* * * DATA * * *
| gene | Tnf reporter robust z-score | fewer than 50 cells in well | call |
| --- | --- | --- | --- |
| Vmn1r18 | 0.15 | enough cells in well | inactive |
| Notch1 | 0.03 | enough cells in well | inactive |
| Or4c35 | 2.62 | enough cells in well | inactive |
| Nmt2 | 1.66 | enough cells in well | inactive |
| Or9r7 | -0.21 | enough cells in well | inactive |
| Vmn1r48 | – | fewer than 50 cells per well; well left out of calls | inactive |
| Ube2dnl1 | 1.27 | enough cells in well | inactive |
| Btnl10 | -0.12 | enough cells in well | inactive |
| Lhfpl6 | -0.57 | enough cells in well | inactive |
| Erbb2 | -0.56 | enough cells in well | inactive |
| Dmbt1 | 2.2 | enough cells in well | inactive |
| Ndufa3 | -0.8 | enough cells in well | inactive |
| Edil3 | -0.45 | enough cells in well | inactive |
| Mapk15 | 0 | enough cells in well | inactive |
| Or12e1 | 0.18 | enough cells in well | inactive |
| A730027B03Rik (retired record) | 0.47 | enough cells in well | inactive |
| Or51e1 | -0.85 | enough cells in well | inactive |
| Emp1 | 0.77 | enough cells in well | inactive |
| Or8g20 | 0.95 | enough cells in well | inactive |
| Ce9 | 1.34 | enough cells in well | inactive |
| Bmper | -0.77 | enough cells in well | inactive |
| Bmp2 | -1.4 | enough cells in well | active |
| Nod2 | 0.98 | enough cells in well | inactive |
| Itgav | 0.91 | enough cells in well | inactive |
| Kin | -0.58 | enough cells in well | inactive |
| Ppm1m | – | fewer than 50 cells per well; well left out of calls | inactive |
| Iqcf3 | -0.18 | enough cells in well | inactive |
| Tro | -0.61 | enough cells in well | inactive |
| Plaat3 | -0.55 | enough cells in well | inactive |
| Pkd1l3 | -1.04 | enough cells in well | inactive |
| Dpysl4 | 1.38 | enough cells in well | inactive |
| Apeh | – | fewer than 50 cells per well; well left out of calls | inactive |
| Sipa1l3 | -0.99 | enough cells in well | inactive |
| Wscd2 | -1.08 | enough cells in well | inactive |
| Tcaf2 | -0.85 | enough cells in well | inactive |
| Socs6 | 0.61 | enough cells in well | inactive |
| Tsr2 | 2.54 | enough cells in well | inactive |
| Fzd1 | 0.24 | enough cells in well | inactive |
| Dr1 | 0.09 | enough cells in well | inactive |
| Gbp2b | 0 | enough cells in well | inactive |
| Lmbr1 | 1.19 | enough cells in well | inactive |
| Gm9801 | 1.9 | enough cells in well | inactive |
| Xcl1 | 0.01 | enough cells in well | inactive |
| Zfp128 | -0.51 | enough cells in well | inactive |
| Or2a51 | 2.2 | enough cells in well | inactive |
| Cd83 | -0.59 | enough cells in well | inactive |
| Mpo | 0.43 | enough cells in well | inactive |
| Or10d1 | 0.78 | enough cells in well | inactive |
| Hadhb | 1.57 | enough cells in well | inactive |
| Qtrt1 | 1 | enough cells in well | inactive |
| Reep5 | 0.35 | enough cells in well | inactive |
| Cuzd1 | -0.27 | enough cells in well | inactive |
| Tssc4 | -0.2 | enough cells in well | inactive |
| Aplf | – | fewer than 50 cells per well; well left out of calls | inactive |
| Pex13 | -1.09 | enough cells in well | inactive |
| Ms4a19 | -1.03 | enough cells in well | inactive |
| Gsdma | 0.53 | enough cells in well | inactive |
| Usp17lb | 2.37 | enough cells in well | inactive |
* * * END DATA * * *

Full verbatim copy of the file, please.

| gene | Tnf reporter robust z-score | fewer than 50 cells in well | call |
| --- | --- | --- | --- |
| Vmn1r18 | 0.15 | enough cells in well | inactive |
| Notch1 | 0.03 | enough cells in well | inactive |
| Or4c35 | 2.62 | enough cells in well | inactive |
| Nmt2 | 1.66 | enough cells in well | inactive |
| Or9r7 | -0.21 | enough cells in well | inactive |
| Vmn1r48 | – | fewer than 50 cells per well; well left out of calls | inactive |
| Ube2dnl1 | 1.27 | enough cells in well | inactive |
| Btnl10 | -0.12 | enough cells in well | inactive |
| Lhfpl6 | -0.57 | enough cells in well | inactive |
| Erbb2 | -0.56 | enough cells in well | inactive |
| Dmbt1 | 2.2 | enough cells in well | inactive |
| Ndufa3 | -0.8 | enough cells in well | inactive |
| Edil3 | -0.45 | enough cells in well | inactive |
| Mapk15 | 0 | enough cells in well | inactive |
| Or12e1 | 0.18 | enough cells in well | inactive |
| A730027B03Rik (retired record) | 0.47 | enough cells in well | inactive |
| Or51e1 | -0.85 | enough cells in well | inactive |
| Emp1 | 0.77 | enough cells in well | inactive |
| Or8g20 | 0.95 | enough cells in well | inactive |
| Ce9 | 1.34 | enough cells in well | inactive |
| Bmper | -0.77 | enough cells in well | inactive |
| Bmp2 | -1.4 | enough cells in well | active |
| Nod2 | 0.98 | enough cells in well | inactive |
| Itgav | 0.91 | enough cells in well | inactive |
| Kin | -0.58 | enough cells in well | inactive |
| Ppm1m | – | fewer than 50 cells per well; well left out of calls | inactive |
| Iqcf3 | -0.18 | enough cells in well | inactive |
| Tro | -0.61 | enough cells in well | inactive |
| Plaat3 | -0.55 | enough cells in well | inactive |
| Pkd1l3 | -1.04 | enough cells in well | inactive |
| Dpysl4 | 1.38 | enough cells in well | inactive |
| Apeh | – | fewer than 50 cells per well; well left out of calls | inactive |
| Sipa1l3 | -0.99 | enough cells in well | inactive |
| Wscd2 | -1.08 | enough cells in well | inactive |
| Tcaf2 | -0.85 | enough cells in well | inactive |
| Socs6 | 0.61 | enough cells in well | inactive |
| Tsr2 | 2.54 | enough cells in well | inactive |
| Fzd1 | 0.24 | enough cells in well | inactive |
| Dr1 | 0.09 | enough cells in well | inactive |
| Gbp2b | 0 | enough cells in well | inactive |
| Lmbr1 | 1.19 | enough cells in well | inactive |
| Gm9801 | 1.9 | enough cells in well | inactive |
| Xcl1 | 0.01 | enough cells in well | inactive |
| Zfp128 | -0.51 | enough cells in well | inactive |
| Or2a51 | 2.2 | enough cells in well | inactive |
| Cd83 | -0.59 | enough cells in well | inactive |
| Mpo | 0.43 | enough cells in well | inactive |
| Or10d1 | 0.78 | enough cells in well | inactive |
| Hadhb | 1.57 | enough cells in well | inactive |
| Qtrt1 | 1 | enough cells in well | inactive |
| Reep5 | 0.35 | enough cells in well | inactive |
| Cuzd1 | -0.27 | enough cells in well | inactive |
| Tssc4 | -0.2 | enough cells in well | inactive |
| Aplf | – | fewer than 50 cells per well; well left out of calls | inactive |
| Pex13 | -1.09 | enough cells in well | inactive |
| Ms4a19 | -1.03 | enough cells in well | inactive |
| Gsdma | 0.53 | enough cells in well | inactive |
| Usp17lb | 2.37 | enough cells in well | inactive |